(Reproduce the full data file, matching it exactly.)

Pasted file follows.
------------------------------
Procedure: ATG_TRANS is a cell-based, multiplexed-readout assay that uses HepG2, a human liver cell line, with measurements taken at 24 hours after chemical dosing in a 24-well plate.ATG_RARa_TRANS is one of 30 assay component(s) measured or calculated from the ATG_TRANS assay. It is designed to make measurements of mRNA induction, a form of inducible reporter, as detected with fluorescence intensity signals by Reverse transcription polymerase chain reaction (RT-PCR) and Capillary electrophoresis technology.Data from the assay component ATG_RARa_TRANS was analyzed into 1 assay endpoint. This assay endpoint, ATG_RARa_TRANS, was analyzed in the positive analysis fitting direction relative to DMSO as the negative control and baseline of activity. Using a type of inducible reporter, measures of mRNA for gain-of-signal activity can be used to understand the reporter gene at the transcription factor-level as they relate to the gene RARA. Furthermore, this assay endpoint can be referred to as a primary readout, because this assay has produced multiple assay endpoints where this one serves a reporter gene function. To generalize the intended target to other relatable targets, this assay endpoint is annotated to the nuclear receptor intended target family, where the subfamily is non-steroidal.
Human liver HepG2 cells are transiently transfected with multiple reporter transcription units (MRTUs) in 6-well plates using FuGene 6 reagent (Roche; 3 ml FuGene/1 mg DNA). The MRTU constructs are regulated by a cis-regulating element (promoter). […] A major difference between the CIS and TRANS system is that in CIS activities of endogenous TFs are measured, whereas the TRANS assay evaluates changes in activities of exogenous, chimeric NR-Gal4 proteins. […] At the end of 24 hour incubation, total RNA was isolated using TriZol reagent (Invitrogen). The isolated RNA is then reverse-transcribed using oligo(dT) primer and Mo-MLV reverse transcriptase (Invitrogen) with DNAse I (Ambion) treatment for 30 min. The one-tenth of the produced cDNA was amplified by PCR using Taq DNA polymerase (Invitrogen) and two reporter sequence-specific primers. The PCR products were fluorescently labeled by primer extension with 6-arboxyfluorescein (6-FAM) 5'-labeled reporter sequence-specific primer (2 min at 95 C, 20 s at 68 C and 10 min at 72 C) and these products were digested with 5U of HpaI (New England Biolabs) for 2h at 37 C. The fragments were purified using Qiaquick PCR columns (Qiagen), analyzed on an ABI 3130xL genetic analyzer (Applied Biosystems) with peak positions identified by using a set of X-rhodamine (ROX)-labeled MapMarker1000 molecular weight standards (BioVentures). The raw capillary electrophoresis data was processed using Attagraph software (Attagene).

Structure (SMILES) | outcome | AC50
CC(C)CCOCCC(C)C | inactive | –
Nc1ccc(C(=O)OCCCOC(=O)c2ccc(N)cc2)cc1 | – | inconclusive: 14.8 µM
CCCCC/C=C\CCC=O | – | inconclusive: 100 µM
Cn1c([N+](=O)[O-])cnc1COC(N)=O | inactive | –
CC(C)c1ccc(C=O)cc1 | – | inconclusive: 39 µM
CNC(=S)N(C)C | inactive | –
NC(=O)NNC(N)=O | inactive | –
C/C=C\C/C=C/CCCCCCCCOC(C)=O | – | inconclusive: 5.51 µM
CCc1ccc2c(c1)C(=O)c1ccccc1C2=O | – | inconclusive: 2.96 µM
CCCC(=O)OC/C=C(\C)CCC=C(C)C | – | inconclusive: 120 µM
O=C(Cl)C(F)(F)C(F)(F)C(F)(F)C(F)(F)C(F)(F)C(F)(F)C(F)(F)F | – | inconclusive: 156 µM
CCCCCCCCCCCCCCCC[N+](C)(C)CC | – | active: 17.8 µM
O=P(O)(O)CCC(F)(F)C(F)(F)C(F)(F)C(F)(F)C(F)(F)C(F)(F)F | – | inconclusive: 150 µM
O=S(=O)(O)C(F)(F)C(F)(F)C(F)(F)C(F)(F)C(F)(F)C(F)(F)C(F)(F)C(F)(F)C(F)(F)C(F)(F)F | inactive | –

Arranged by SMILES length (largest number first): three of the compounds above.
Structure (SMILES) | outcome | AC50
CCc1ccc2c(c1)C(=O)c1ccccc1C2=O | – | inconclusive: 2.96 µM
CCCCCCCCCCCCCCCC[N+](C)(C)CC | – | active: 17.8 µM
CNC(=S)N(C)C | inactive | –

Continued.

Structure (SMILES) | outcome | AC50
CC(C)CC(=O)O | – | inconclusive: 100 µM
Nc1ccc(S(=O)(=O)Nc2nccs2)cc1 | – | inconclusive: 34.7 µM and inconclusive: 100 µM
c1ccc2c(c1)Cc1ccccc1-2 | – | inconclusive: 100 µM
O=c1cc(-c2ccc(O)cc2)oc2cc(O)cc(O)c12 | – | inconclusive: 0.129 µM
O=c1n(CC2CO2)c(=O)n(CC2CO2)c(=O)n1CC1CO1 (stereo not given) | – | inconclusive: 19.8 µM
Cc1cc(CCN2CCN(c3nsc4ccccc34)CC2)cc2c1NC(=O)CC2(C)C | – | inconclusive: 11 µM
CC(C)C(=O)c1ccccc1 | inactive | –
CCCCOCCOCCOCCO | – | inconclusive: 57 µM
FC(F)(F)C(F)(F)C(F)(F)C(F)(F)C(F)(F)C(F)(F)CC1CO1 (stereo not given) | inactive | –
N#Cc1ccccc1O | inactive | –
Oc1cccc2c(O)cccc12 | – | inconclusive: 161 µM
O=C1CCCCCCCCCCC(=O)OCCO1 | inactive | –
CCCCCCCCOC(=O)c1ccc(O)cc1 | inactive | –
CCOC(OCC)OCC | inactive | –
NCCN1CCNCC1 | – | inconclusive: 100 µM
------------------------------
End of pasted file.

Procedure: ATG_TRANS is a cell-based, multiplexed-readout assay that uses HepG2, a human liver cell line, with measurements taken at 24 hours after chemical dosing in a 24-well plate.ATG_RARa_TRANS is one of 30 assay component(s) measured or calculated from the ATG_TRANS assay. It is designed to make measurements of mRNA induction, a form of inducible reporter, as detected with fluorescence intensity signals by Reverse transcription polymerase chain reaction (RT-PCR) and Capillary electrophoresis technology.Data from the assay component ATG_RARa_TRANS was analyzed into 1 assay endpoint. This assay endpoint, ATG_RARa_TRANS, was analyzed in the positive analysis fitting direction relative to DMSO as the negative control and baseline of activity. Using a type of inducible reporter, measures of mRNA for gain-of-signal activity can be used to understand the reporter gene at the transcription factor-level as they relate to the gene RARA. Furthermore, this assay endpoint can be referred to as a primary readout, because this assay has produced multiple assay endpoints where this one serves a reporter gene function. To generalize the intended target to other relatable targets, this assay endpoint is annotated to the nuclear receptor intended target family, where the subfamily is non-steroidal.
Human liver HepG2 cells are transiently transfected with multiple reporter transcription units (MRTUs) in 6-well plates using FuGene 6 reagent (Roche; 3 ml FuGene/1 mg DNA). The MRTU constructs are regulated by a cis-regulating element (promoter). […] A major difference between the CIS and TRANS system is that in CIS activities of endogenous TFs are measured, whereas the TRANS assay evaluates changes in activities of exogenous, chimeric NR-Gal4 proteins. […] At the end of 24 hour incubation, total RNA was isolated using TriZol reagent (Invitrogen). The isolated RNA is then reverse-transcribed using oligo(dT) primer and Mo-MLV reverse transcriptase (Invitrogen) with DNAse I (Ambion) treatment for 30 min. The one-tenth of the produced cDNA was amplified by PCR using Taq DNA polymerase (Invitrogen) and two reporter sequence-specific primers. The PCR products were fluorescently labeled by primer extension with 6-arboxyfluorescein (6-FAM) 5'-labeled reporter sequence-specific primer (2 min at 95 C, 20 s at 68 C and 10 min at 72 C) and these products were digested with 5U of HpaI (New England Biolabs) for 2h at 37 C. The fragments were purified using Qiaquick PCR columns (Qiagen), analyzed on an ABI 3130xL genetic analyzer (Applied Biosystems) with peak positions identified by using a set of X-rhodamine (ROX)-labeled MapMarker1000 molecular weight standards (BioVentures). The raw capillary electrophoresis data was processed using Attagraph software (Attagene).

Structure (SMILES) | outcome | AC50
CC(C)CCOCCC(C)C | inactive | –
Nc1ccc(C(=O)OCCCOC(=O)c2ccc(N)cc2)cc1 | – | inconclusive: 14.8 µM
CCCCC/C=C\CCC=O | – | inconclusive: 100 µM
Cn1c([N+](=O)[O-])cnc1COC(N)=O | inactive | –
CC(C)c1ccc(C=O)cc1 | – | inconclusive: 39 µM
CNC(=S)N(C)C | inactive | –
NC(=O)NNC(N)=O | inactive | –
C/C=C\C/C=C/CCCCCCCCOC(C)=O | – | inconclusive: 5.51 µM
CCc1ccc2c(c1)C(=O)c1ccccc1C2=O | – | inconclusive: 2.96 µM
CCCC(=O)OC/C=C(\C)CCC=C(C)C | – | inconclusive: 120 µM
O=C(Cl)C(F)(F)C(F)(F)C(F)(F)C(F)(F)C(F)(F)C(F)(F)C(F)(F)F | – | inconclusive: 156 µM
CCCCCCCCCCCCCCCC[N+](C)(C)CC | – | active: 17.8 µM
O=P(O)(O)CCC(F)(F)C(F)(F)C(F)(F)C(F)(F)C(F)(F)C(F)(F)F | – | inconclusive: 150 µM
O=S(=O)(O)C(F)(F)C(F)(F)C(F)(F)C(F)(F)C(F)(F)C(F)(F)C(F)(F)C(F)(F)C(F)(F)C(F)(F)F | inactive | –

Arranged by SMILES length (largest number first): three of the compounds above.
Structure (SMILES) | outcome | AC50
CCc1ccc2c(c1)C(=O)c1ccccc1C2=O | – | inconclusive: 2.96 µM
CCCCCCCCCCCCCCCC[N+](C)(C)CC | – | active: 17.8 µM
CNC(=S)N(C)C | inactive | –

Continued.

Structure (SMILES) | outcome | AC50
CC(C)CC(=O)O | – | inconclusive: 100 µM
Nc1ccc(S(=O)(=O)Nc2nccs2)cc1 | – | inconclusive: 34.7 µM and inconclusive: 100 µM
c1ccc2c(c1)Cc1ccccc1-2 | – | inconclusive: 100 µM
O=c1cc(-c2ccc(O)cc2)oc2cc(O)cc(O)c12 | – | inconclusive: 0.129 µM
O=c1n(CC2CO2)c(=O)n(CC2CO2)c(=O)n1CC1CO1 (stereo not given) | – | inconclusive: 19.8 µM
Cc1cc(CCN2CCN(c3nsc4ccccc34)CC2)cc2c1NC(=O)CC2(C)C | – | inconclusive: 11 µM
CC(C)C(=O)c1ccccc1 | inactive | –
CCCCOCCOCCOCCO | – | inconclusive: 57 µM
FC(F)(F)C(F)(F)C(F)(F)C(F)(F)C(F)(F)C(F)(F)CC1CO1 (stereo not given) | inactive | –
N#Cc1ccccc1O | inactive | –
Oc1cccc2c(O)cccc12 | – | inconclusive: 161 µM
O=C1CCCCCCCCCCC(=O)OCCO1 | inactive | –
CCCCCCCCOC(=O)c1ccc(O)cc1 | inactive | –
CCOC(OCC)OCC | inactive | –
NCCN1CCNCC1 | – | inconclusive: 100 µM